Monday everything started to clear up. We went to the beach, had a campfire (which took an hour to start, wet fire-pit and wet wood make for a challenge). Tuesday morning we all woke up with little bites all over us. Never saw the buggers that did it. I counted 17 bites on one leg alone. They were probably no-see 'ums. Fortunately by Wednesday we were no longer affected by these critters. The one thing we noticed about Bon Echo is that it has very effective drainage. Water does not puddle for long, which quickly removes breeding areas for no-see 'ums and mosquitoes. Overall the number of bugs was very,very low. Which was a pleasant surprise (we had loaded up on deep-woods off expecting the worse, didn't need it in the end.) We have many more mosquitoes in our yard at home than we experienced in the park.
Because we had to drive by the main gate (and under the highway) every time we needed to go somewhere, we had ample opportunity to track the weather forecast posted at the gate. From Monday on, the forecast was for rain on Sunday the 15th. It varied from showers to thunderstorms, but it was going to rain. The entire week was dry until this point, so we made plans to go into Belleville for the day. On Sunday it started to rain during breakfast, so we loaded into the truck off we went to Belleville. When we got back, we saw that we had new neighbours. One man, three(!) women somehow divided between two itsy bitsy tents. No shelter or tarp to be seen. According to their site permit, they intended to stay until Wednesday. The rain had abated at this point, and we fixed ourselves dinner and retreated into our screen shelter to dine. Our neighbours were obviously newbies at this whole camping thing as the lone male appeared to be trying to cook dinner over an open flame in his fire-pit. Now on the best of days, that is going to be a pretty ineffective method of cooking dinner (you cook over coals, not flame, and you need to be within inches of the coals.) And of course it started to rain again. Our poor neighbour pulled out this tiny little tarp and quickly tried to erect it over his fire somehow. Since it was so small, and his rope so short, there was no way he could tie it to the trees. He wound up backing up the car to the fire, raising the hatch and tied the tarp to the hatch. And then it started to pour rain, which put out his fire completely. He then grabbed the two tents, ripped them out of the ground and shoved them into the back of the car and they were packed up and gone within 20 minutes. Thirty minutes later the rain stopped and the sun came out. The storm had moved on.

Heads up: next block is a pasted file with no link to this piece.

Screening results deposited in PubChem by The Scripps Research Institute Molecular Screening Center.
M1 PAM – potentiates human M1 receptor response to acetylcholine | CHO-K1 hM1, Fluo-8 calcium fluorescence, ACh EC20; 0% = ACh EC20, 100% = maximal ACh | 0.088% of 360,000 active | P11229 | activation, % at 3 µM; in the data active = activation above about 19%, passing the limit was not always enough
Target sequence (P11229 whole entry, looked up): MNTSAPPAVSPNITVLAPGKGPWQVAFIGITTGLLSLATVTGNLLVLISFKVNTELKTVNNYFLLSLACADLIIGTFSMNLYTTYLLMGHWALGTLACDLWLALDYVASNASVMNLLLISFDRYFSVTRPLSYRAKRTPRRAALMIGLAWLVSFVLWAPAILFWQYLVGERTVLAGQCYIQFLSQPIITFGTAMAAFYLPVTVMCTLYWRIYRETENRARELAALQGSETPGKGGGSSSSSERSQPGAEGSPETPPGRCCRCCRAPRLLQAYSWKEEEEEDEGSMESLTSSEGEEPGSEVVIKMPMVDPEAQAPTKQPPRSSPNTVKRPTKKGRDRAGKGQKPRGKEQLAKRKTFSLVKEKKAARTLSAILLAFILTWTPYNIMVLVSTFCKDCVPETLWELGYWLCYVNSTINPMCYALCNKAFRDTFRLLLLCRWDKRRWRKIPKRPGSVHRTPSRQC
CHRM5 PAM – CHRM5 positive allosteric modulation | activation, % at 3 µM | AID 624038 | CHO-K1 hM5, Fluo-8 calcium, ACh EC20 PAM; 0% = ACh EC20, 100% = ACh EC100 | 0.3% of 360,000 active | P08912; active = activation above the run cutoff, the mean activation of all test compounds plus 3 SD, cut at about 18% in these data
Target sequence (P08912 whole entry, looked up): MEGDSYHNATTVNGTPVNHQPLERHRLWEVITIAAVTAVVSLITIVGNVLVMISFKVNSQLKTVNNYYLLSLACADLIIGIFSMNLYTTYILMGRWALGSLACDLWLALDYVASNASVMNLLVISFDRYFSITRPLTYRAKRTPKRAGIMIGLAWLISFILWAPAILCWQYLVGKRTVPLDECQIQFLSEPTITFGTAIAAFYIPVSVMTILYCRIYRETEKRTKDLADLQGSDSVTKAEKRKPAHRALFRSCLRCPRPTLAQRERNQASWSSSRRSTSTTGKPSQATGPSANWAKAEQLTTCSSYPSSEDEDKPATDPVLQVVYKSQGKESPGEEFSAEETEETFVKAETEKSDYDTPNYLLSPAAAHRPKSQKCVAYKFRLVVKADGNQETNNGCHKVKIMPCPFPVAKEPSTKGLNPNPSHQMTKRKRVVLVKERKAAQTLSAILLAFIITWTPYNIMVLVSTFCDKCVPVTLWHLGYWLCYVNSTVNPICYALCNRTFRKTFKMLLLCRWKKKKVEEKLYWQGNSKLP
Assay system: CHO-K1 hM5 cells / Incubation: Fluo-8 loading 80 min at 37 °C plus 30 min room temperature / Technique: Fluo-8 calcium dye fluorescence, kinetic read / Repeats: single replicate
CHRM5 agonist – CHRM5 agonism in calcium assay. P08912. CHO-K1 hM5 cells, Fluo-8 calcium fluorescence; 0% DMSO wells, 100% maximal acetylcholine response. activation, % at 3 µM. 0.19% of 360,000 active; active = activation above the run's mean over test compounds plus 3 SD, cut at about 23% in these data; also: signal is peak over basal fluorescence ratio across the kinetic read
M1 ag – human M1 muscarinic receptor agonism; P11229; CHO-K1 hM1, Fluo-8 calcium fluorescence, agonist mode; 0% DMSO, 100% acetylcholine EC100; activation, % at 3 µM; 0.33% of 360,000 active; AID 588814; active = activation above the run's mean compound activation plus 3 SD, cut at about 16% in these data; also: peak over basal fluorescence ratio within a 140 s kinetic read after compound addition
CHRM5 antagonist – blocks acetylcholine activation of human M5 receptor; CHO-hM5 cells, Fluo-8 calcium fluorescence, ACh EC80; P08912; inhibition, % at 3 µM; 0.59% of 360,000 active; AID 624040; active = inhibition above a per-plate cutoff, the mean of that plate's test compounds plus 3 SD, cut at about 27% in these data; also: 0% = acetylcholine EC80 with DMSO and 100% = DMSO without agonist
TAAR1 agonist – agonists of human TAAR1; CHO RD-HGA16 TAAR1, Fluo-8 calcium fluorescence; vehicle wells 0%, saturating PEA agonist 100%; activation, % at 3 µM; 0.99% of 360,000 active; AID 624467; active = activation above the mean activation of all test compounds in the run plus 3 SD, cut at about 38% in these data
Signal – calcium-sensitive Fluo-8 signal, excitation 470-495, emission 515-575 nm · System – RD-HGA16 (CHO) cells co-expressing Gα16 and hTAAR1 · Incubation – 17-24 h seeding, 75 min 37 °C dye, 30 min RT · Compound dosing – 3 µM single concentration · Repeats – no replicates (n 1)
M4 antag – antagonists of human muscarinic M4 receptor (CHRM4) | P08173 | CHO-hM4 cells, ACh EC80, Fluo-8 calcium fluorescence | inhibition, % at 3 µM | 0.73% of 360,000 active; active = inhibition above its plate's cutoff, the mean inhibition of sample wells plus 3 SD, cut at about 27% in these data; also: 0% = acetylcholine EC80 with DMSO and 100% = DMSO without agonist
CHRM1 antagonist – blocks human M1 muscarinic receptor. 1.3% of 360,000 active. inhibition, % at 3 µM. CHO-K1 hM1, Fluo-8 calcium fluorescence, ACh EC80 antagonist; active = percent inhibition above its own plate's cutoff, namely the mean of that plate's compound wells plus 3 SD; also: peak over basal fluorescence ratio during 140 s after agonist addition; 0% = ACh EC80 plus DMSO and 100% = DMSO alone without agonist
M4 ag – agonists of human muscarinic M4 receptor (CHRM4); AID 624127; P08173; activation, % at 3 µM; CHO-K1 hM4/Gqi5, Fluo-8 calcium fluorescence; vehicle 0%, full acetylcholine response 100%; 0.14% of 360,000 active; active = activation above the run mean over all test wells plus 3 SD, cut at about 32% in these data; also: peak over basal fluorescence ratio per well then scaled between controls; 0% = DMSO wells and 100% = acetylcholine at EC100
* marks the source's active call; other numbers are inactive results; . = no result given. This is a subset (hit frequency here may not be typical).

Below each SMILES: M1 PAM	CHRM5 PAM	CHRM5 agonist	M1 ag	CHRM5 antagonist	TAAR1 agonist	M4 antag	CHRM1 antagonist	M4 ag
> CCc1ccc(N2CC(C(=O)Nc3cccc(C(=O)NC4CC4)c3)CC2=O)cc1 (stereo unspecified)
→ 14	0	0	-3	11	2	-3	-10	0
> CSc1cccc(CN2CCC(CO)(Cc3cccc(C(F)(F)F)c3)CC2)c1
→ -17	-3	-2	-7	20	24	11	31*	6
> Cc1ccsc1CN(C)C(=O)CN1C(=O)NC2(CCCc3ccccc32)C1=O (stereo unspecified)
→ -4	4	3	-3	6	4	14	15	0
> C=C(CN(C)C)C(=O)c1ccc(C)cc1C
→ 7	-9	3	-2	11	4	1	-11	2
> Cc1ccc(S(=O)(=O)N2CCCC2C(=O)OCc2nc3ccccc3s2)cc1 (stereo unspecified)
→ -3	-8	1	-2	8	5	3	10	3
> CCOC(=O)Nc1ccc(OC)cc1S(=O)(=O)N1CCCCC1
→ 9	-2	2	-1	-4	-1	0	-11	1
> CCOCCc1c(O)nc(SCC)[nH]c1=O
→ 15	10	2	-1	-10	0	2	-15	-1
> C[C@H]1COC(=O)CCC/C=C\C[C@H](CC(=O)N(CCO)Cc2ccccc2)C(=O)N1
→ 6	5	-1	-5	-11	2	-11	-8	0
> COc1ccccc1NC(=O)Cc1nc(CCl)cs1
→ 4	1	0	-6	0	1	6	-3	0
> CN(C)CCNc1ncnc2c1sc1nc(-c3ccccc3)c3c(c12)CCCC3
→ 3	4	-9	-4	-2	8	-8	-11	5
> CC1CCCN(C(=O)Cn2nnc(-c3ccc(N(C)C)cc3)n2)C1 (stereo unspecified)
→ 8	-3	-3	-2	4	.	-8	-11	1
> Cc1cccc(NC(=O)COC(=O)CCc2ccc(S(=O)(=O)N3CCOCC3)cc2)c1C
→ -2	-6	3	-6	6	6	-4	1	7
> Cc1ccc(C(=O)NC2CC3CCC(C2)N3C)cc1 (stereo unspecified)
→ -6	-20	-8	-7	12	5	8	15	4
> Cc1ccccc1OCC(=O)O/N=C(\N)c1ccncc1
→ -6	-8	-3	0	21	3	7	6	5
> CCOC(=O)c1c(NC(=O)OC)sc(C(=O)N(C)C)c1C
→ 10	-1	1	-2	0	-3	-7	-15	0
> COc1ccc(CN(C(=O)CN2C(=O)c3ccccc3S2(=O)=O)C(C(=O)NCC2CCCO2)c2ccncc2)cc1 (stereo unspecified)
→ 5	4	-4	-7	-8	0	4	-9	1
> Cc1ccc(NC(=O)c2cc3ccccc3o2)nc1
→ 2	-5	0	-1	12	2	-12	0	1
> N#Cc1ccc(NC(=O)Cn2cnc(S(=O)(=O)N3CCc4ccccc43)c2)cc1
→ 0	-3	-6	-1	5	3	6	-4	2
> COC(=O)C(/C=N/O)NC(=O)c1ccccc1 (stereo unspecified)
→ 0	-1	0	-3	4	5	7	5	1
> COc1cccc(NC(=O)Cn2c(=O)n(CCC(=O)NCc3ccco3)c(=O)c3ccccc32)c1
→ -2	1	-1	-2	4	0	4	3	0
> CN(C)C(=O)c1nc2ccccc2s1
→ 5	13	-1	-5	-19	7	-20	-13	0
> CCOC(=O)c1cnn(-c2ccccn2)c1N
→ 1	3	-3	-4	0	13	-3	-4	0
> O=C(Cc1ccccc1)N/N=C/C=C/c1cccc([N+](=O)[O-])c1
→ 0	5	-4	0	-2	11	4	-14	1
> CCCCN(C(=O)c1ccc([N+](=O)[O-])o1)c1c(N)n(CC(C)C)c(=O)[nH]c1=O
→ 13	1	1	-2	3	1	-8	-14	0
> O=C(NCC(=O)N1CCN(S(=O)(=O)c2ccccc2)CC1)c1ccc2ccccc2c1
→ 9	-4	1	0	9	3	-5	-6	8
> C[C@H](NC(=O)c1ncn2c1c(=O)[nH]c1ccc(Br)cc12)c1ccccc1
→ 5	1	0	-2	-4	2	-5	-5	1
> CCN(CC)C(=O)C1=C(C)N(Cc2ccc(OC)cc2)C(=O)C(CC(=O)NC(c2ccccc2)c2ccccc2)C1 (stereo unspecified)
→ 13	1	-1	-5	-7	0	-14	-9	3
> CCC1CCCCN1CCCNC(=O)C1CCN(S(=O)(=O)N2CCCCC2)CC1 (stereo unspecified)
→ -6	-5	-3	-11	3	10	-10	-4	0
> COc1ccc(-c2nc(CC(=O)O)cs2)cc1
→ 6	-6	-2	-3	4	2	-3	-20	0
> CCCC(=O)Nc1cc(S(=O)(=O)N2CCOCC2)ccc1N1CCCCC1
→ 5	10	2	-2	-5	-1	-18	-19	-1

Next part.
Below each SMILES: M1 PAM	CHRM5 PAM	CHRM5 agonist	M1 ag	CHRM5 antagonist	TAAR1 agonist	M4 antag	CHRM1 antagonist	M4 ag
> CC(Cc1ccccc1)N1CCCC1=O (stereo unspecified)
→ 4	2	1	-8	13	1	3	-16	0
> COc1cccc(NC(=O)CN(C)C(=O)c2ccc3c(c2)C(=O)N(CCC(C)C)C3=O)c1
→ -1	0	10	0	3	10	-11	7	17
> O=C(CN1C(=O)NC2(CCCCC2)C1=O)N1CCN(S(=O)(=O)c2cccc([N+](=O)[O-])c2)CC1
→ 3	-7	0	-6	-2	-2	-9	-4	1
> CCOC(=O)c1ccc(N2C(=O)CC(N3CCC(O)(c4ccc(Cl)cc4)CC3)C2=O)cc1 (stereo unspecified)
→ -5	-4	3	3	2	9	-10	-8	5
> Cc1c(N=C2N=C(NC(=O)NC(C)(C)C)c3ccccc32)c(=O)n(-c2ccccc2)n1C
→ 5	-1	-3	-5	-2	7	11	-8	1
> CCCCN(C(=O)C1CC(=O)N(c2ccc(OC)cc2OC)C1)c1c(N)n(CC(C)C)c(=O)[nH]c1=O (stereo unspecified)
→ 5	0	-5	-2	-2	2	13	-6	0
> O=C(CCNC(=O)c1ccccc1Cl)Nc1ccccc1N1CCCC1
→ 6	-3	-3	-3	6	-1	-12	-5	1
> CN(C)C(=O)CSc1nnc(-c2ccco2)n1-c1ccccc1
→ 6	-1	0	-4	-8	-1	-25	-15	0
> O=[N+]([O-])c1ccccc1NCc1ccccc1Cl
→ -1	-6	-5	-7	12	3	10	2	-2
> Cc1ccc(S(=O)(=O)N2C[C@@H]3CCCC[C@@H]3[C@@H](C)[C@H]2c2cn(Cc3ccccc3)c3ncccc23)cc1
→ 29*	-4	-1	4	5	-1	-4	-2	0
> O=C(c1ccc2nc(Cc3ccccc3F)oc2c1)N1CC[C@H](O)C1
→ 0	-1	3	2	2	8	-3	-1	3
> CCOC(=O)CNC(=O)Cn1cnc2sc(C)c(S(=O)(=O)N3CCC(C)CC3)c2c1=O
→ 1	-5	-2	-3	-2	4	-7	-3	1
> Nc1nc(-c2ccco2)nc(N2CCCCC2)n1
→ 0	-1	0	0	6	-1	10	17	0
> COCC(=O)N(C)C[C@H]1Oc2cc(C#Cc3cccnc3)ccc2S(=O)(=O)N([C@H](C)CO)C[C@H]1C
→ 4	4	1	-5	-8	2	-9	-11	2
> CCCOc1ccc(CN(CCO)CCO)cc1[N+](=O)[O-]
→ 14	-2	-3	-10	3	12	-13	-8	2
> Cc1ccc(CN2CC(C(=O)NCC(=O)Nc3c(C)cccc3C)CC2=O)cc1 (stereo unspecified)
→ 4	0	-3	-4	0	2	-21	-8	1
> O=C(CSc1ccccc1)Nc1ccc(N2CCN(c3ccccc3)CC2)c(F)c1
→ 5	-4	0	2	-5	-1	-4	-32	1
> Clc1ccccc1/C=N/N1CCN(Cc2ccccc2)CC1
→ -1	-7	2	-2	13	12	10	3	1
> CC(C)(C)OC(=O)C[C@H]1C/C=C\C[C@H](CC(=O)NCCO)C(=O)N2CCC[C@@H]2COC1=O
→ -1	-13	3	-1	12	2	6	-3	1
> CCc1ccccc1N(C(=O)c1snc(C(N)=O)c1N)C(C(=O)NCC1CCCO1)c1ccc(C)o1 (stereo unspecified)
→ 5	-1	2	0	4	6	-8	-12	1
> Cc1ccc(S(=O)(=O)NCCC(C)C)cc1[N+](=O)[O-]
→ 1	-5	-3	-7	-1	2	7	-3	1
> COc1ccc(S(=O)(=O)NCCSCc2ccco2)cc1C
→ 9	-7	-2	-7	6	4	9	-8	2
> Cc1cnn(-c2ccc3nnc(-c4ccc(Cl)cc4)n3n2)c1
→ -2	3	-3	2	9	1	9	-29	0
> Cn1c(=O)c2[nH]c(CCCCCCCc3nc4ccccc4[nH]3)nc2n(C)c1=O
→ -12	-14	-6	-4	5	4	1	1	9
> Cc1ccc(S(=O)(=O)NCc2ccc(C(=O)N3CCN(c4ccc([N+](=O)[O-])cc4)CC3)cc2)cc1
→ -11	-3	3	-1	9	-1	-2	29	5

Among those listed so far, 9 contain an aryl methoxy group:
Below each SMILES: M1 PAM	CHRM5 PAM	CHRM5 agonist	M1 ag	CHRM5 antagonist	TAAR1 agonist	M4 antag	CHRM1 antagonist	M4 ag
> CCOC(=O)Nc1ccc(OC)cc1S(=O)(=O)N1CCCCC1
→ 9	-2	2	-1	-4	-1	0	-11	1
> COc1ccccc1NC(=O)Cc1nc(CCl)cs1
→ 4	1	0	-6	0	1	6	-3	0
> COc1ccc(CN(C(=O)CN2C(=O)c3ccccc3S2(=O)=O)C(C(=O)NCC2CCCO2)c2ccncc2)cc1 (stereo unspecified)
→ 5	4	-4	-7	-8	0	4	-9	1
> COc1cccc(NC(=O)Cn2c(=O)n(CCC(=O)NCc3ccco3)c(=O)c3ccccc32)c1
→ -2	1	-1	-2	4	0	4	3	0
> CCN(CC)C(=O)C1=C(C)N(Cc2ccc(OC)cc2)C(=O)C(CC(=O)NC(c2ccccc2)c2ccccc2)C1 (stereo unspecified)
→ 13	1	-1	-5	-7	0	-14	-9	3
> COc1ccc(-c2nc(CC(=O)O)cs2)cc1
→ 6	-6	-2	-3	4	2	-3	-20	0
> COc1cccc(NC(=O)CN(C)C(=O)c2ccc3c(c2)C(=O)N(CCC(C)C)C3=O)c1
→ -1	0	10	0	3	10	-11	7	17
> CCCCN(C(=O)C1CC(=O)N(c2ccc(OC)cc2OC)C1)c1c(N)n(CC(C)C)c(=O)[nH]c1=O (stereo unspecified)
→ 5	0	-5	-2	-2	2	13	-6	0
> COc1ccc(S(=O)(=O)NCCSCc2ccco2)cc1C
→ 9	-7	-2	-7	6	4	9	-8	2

I laughed. Our short-term neighbours were woefully unprepared for rain (which was fore-casted for a week!) I can understand tenting it without a shelter, but setup the tents and then head into town for dinner! you don't have to stay in the rain. Boneheaded shortsighted loser I thought. Well karma has a way of coming around.....